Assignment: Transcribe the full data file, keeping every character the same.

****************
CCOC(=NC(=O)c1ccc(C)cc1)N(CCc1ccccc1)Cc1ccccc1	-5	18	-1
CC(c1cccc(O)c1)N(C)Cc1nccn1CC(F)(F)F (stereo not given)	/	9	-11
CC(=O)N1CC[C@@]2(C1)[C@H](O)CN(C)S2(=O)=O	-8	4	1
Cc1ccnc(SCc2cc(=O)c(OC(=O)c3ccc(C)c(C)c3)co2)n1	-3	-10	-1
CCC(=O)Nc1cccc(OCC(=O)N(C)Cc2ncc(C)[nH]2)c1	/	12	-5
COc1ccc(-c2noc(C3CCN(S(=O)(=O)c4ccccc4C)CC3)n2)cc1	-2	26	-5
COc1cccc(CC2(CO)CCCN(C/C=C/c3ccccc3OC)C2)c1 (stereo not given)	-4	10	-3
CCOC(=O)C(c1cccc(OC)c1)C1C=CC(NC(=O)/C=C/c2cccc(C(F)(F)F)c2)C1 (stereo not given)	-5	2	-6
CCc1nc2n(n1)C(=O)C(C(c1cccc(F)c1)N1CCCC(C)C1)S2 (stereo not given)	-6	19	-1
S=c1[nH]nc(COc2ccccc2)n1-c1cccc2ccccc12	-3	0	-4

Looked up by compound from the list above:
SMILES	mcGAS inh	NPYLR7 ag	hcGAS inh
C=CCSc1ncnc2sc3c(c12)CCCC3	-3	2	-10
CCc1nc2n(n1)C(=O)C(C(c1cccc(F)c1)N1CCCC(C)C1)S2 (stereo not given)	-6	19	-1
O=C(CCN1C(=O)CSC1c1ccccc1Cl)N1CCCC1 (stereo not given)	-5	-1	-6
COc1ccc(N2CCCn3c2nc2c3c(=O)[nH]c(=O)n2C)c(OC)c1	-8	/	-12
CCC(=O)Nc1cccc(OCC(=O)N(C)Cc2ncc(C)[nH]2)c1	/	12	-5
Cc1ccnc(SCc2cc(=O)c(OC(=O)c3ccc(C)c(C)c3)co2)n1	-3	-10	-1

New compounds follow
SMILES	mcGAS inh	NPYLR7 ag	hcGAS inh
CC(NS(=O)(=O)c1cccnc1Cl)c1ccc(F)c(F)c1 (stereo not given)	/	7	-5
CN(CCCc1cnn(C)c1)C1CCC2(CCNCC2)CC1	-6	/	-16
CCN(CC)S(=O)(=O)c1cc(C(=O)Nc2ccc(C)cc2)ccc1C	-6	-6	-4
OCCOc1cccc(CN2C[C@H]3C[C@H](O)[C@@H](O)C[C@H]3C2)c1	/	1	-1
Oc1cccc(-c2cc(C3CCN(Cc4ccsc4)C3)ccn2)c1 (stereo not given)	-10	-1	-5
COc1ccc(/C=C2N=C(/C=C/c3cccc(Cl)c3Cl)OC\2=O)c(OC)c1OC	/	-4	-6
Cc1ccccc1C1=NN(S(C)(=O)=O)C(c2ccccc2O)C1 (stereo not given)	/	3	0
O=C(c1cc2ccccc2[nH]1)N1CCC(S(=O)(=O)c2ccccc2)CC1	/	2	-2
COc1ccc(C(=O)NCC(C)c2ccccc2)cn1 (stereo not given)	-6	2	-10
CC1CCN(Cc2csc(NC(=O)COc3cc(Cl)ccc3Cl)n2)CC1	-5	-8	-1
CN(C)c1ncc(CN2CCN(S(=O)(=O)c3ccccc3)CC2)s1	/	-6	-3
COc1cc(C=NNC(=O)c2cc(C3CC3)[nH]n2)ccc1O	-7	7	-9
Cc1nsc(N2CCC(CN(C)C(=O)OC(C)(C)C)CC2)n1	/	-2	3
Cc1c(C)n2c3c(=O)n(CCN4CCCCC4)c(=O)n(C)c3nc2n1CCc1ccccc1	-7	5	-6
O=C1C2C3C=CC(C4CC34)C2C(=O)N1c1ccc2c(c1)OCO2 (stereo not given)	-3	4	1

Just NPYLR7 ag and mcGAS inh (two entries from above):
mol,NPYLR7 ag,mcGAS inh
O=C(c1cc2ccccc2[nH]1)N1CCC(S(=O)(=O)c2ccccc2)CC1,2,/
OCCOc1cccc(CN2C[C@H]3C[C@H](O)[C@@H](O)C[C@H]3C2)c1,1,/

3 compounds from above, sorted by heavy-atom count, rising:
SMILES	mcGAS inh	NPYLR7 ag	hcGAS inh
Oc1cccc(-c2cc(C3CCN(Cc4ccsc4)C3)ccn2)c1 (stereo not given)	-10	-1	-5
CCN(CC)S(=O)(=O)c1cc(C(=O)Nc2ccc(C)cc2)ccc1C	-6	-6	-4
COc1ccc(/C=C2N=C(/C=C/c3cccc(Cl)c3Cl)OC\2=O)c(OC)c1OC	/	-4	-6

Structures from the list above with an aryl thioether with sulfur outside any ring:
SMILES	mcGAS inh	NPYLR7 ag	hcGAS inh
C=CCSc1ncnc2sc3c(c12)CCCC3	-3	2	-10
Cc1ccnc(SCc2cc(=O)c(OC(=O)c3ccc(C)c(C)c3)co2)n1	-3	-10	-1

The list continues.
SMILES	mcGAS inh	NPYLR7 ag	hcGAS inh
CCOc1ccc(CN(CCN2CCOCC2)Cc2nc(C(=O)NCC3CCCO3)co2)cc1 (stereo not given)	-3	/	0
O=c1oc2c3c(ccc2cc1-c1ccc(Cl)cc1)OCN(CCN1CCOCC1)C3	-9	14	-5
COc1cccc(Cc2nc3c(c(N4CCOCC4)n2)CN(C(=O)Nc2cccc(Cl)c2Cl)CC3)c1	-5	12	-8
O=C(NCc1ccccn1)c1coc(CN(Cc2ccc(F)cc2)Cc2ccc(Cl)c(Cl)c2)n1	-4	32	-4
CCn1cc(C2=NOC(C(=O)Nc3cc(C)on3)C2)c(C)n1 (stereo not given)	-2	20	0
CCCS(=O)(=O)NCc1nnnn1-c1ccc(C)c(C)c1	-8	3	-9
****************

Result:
CCOC(=NC(=O)c1ccc(C)cc1)N(CCc1ccccc1)Cc1ccccc1	-5	18	-1
CC(c1cccc(O)c1)N(C)Cc1nccn1CC(F)(F)F (stereo not given)	/	9	-11
CC(=O)N1CC[C@@]2(C1)[C@H](O)CN(C)S2(=O)=O	-8	4	1
Cc1ccnc(SCc2cc(=O)c(OC(=O)c3ccc(C)c(C)c3)co2)n1	-3	-10	-1
CCC(=O)Nc1cccc(OCC(=O)N(C)Cc2ncc(C)[nH]2)c1	/	12	-5
COc1ccc(-c2noc(C3CCN(S(=O)(=O)c4ccccc4C)CC3)n2)cc1	-2	26	-5
COc1cccc(CC2(CO)CCCN(C/C=C/c3ccccc3OC)C2)c1 (stereo not given)	-4	10	-3
CCOC(=O)C(c1cccc(OC)c1)C1C=CC(NC(=O)/C=C/c2cccc(C(F)(F)F)c2)C1 (stereo not given)	-5	2	-6
CCc1nc2n(n1)C(=O)C(C(c1cccc(F)c1)N1CCCC(C)C1)S2 (stereo not given)	-6	19	-1
S=c1[nH]nc(COc2ccccc2)n1-c1cccc2ccccc12	-3	0	-4

Looked up by compound from the list above:
SMILES	mcGAS inh	NPYLR7 ag	hcGAS inh
C=CCSc1ncnc2sc3c(c12)CCCC3	-3	2	-10
CCc1nc2n(n1)C(=O)C(C(c1cccc(F)c1)N1CCCC(C)C1)S2 (stereo not given)	-6	19	-1
O=C(CCN1C(=O)CSC1c1ccccc1Cl)N1CCCC1 (stereo not given)	-5	-1	-6
COc1ccc(N2CCCn3c2nc2c3c(=O)[nH]c(=O)n2C)c(OC)c1	-8	/	-12
CCC(=O)Nc1cccc(OCC(=O)N(C)Cc2ncc(C)[nH]2)c1	/	12	-5
Cc1ccnc(SCc2cc(=O)c(OC(=O)c3ccc(C)c(C)c3)co2)n1	-3	-10	-1

New compounds follow
SMILES	mcGAS inh	NPYLR7 ag	hcGAS inh
CC(NS(=O)(=O)c1cccnc1Cl)c1ccc(F)c(F)c1 (stereo not given)	/	7	-5
CN(CCCc1cnn(C)c1)C1CCC2(CCNCC2)CC1	-6	/	-16
CCN(CC)S(=O)(=O)c1cc(C(=O)Nc2ccc(C)cc2)ccc1C	-6	-6	-4
OCCOc1cccc(CN2C[C@H]3C[C@H](O)[C@@H](O)C[C@H]3C2)c1	/	1	-1
Oc1cccc(-c2cc(C3CCN(Cc4ccsc4)C3)ccn2)c1 (stereo not given)	-10	-1	-5
COc1ccc(/C=C2N=C(/C=C/c3cccc(Cl)c3Cl)OC\2=O)c(OC)c1OC	/	-4	-6
Cc1ccccc1C1=NN(S(C)(=O)=O)C(c2ccccc2O)C1 (stereo not given)	/	3	0
O=C(c1cc2ccccc2[nH]1)N1CCC(S(=O)(=O)c2ccccc2)CC1	/	2	-2
COc1ccc(C(=O)NCC(C)c2ccccc2)cn1 (stereo not given)	-6	2	-10
CC1CCN(Cc2csc(NC(=O)COc3cc(Cl)ccc3Cl)n2)CC1	-5	-8	-1
CN(C)c1ncc(CN2CCN(S(=O)(=O)c3ccccc3)CC2)s1	/	-6	-3
COc1cc(C=NNC(=O)c2cc(C3CC3)[nH]n2)ccc1O	-7	7	-9
Cc1nsc(N2CCC(CN(C)C(=O)OC(C)(C)C)CC2)n1	/	-2	3
Cc1c(C)n2c3c(=O)n(CCN4CCCCC4)c(=O)n(C)c3nc2n1CCc1ccccc1	-7	5	-6
O=C1C2C3C=CC(C4CC34)C2C(=O)N1c1ccc2c(c1)OCO2 (stereo not given)	-3	4	1

Just NPYLR7 ag and mcGAS inh (two entries from above):
mol,NPYLR7 ag,mcGAS inh
O=C(c1cc2ccccc2[nH]1)N1CCC(S(=O)(=O)c2ccccc2)CC1,2,/
OCCOc1cccc(CN2C[C@H]3C[C@H](O)[C@@H](O)C[C@H]3C2)c1,1,/

3 compounds from above, sorted by heavy-atom count, rising:
SMILES	mcGAS inh	NPYLR7 ag	hcGAS inh
Oc1cccc(-c2cc(C3CCN(Cc4ccsc4)C3)ccn2)c1 (stereo not given)	-10	-1	-5
CCN(CC)S(=O)(=O)c1cc(C(=O)Nc2ccc(C)cc2)ccc1C	-6	-6	-4
COc1ccc(/C=C2N=C(/C=C/c3cccc(Cl)c3Cl)OC\2=O)c(OC)c1OC	/	-4	-6

Structures from the list above with an aryl thioether with sulfur outside any ring:
SMILES	mcGAS inh	NPYLR7 ag	hcGAS inh
C=CCSc1ncnc2sc3c(c12)CCCC3	-3	2	-10
Cc1ccnc(SCc2cc(=O)c(OC(=O)c3ccc(C)c(C)c3)co2)n1	-3	-10	-1

The list continues.
SMILES	mcGAS inh	NPYLR7 ag	hcGAS inh
CCOc1ccc(CN(CCN2CCOCC2)Cc2nc(C(=O)NCC3CCCO3)co2)cc1 (stereo not given)	-3	/	0
O=c1oc2c3c(ccc2cc1-c1ccc(Cl)cc1)OCN(CCN1CCOCC1)C3	-9	14	-5
COc1cccc(Cc2nc3c(c(N4CCOCC4)n2)CN(C(=O)Nc2cccc(Cl)c2Cl)CC3)c1	-5	12	-8
O=C(NCc1ccccn1)c1coc(CN(Cc2ccc(F)cc2)Cc2ccc(Cl)c(Cl)c2)n1	-4	32	-4
CCn1cc(C2=NOC(C(=O)Nc3cc(C)on3)C2)c(C)n1 (stereo not given)	-2	20	0
CCCS(=O)(=O)NCc1nnnn1-c1ccc(C)c(C)c1	-8	3	-9